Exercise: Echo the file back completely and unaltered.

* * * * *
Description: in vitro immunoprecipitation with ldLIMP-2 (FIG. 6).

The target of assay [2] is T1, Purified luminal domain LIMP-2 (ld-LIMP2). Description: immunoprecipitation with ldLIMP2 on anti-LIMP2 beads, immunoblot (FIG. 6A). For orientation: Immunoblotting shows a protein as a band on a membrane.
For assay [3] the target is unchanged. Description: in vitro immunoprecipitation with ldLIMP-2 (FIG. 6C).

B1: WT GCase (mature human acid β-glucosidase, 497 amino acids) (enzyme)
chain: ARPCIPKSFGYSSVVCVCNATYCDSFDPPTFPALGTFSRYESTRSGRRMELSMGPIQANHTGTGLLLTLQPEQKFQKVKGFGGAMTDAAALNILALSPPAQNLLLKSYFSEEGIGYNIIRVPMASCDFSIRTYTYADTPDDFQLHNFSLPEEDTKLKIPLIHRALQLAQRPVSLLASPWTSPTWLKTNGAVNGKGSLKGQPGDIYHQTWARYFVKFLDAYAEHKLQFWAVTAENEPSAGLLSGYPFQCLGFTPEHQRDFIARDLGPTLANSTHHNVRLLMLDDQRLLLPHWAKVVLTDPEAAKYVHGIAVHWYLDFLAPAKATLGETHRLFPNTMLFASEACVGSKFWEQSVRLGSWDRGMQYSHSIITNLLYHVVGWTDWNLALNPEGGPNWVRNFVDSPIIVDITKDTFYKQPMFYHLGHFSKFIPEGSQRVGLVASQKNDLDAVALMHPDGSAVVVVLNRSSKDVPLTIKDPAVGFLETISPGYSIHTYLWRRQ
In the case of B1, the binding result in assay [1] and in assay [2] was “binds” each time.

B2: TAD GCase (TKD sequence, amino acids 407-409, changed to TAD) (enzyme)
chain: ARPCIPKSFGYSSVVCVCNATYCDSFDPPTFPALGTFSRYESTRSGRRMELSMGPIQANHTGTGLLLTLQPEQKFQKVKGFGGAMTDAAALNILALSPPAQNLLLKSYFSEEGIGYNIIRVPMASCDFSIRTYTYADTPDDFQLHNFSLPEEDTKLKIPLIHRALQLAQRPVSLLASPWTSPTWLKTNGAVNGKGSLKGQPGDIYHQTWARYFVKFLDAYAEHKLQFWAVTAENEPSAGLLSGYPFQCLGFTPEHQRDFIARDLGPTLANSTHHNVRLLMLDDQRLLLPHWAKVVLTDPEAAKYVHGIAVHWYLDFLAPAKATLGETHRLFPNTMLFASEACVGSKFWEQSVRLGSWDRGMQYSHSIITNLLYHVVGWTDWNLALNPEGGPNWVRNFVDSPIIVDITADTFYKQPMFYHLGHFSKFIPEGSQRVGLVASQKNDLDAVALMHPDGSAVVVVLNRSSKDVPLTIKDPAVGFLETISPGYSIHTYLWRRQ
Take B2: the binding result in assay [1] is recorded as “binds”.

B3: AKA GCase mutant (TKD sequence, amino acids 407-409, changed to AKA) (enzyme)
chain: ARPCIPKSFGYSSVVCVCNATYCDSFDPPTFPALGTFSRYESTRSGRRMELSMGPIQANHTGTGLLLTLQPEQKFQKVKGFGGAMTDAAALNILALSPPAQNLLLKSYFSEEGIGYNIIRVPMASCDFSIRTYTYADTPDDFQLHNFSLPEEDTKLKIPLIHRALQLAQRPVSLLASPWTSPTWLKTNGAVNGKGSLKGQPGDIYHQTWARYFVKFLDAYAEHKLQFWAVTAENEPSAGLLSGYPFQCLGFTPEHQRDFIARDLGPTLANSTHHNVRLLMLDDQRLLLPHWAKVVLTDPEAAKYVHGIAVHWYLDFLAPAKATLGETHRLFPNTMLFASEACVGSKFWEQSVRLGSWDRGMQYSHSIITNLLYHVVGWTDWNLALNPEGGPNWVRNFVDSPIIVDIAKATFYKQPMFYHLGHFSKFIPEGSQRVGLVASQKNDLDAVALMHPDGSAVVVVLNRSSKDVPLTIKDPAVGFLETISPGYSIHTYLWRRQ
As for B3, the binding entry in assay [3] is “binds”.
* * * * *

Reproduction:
Description: in vitro immunoprecipitation with ldLIMP-2 (FIG. 6).

The target of assay [2] is T1, Purified luminal domain LIMP-2 (ld-LIMP2). Description: immunoprecipitation with ldLIMP2 on anti-LIMP2 beads, immunoblot (FIG. 6A). For orientation: Immunoblotting shows a protein as a band on a membrane.
For assay [3] the target is unchanged. Description: in vitro immunoprecipitation with ldLIMP-2 (FIG. 6C).

B1: WT GCase (mature human acid β-glucosidase, 497 amino acids) (enzyme)
chain: ARPCIPKSFGYSSVVCVCNATYCDSFDPPTFPALGTFSRYESTRSGRRMELSMGPIQANHTGTGLLLTLQPEQKFQKVKGFGGAMTDAAALNILALSPPAQNLLLKSYFSEEGIGYNIIRVPMASCDFSIRTYTYADTPDDFQLHNFSLPEEDTKLKIPLIHRALQLAQRPVSLLASPWTSPTWLKTNGAVNGKGSLKGQPGDIYHQTWARYFVKFLDAYAEHKLQFWAVTAENEPSAGLLSGYPFQCLGFTPEHQRDFIARDLGPTLANSTHHNVRLLMLDDQRLLLPHWAKVVLTDPEAAKYVHGIAVHWYLDFLAPAKATLGETHRLFPNTMLFASEACVGSKFWEQSVRLGSWDRGMQYSHSIITNLLYHVVGWTDWNLALNPEGGPNWVRNFVDSPIIVDITKDTFYKQPMFYHLGHFSKFIPEGSQRVGLVASQKNDLDAVALMHPDGSAVVVVLNRSSKDVPLTIKDPAVGFLETISPGYSIHTYLWRRQ
In the case of B1, the binding result in assay [1] and in assay [2] was “binds” each time.

B2: TAD GCase (TKD sequence, amino acids 407-409, changed to TAD) (enzyme)
chain: ARPCIPKSFGYSSVVCVCNATYCDSFDPPTFPALGTFSRYESTRSGRRMELSMGPIQANHTGTGLLLTLQPEQKFQKVKGFGGAMTDAAALNILALSPPAQNLLLKSYFSEEGIGYNIIRVPMASCDFSIRTYTYADTPDDFQLHNFSLPEEDTKLKIPLIHRALQLAQRPVSLLASPWTSPTWLKTNGAVNGKGSLKGQPGDIYHQTWARYFVKFLDAYAEHKLQFWAVTAENEPSAGLLSGYPFQCLGFTPEHQRDFIARDLGPTLANSTHHNVRLLMLDDQRLLLPHWAKVVLTDPEAAKYVHGIAVHWYLDFLAPAKATLGETHRLFPNTMLFASEACVGSKFWEQSVRLGSWDRGMQYSHSIITNLLYHVVGWTDWNLALNPEGGPNWVRNFVDSPIIVDITADTFYKQPMFYHLGHFSKFIPEGSQRVGLVASQKNDLDAVALMHPDGSAVVVVLNRSSKDVPLTIKDPAVGFLETISPGYSIHTYLWRRQ
Take B2: the binding result in assay [1] is recorded as “binds”.

B3: AKA GCase mutant (TKD sequence, amino acids 407-409, changed to AKA) (enzyme)
chain: ARPCIPKSFGYSSVVCVCNATYCDSFDPPTFPALGTFSRYESTRSGRRMELSMGPIQANHTGTGLLLTLQPEQKFQKVKGFGGAMTDAAALNILALSPPAQNLLLKSYFSEEGIGYNIIRVPMASCDFSIRTYTYADTPDDFQLHNFSLPEEDTKLKIPLIHRALQLAQRPVSLLASPWTSPTWLKTNGAVNGKGSLKGQPGDIYHQTWARYFVKFLDAYAEHKLQFWAVTAENEPSAGLLSGYPFQCLGFTPEHQRDFIARDLGPTLANSTHHNVRLLMLDDQRLLLPHWAKVVLTDPEAAKYVHGIAVHWYLDFLAPAKATLGETHRLFPNTMLFASEACVGSKFWEQSVRLGSWDRGMQYSHSIITNLLYHVVGWTDWNLALNPEGGPNWVRNFVDSPIIVDIAKATFYKQPMFYHLGHFSKFIPEGSQRVGLVASQKNDLDAVALMHPDGSAVVVVLNRSSKDVPLTIKDPAVGFLETISPGYSIHTYLWRRQ
As for B3, the binding entry in assay [3] is “binds”.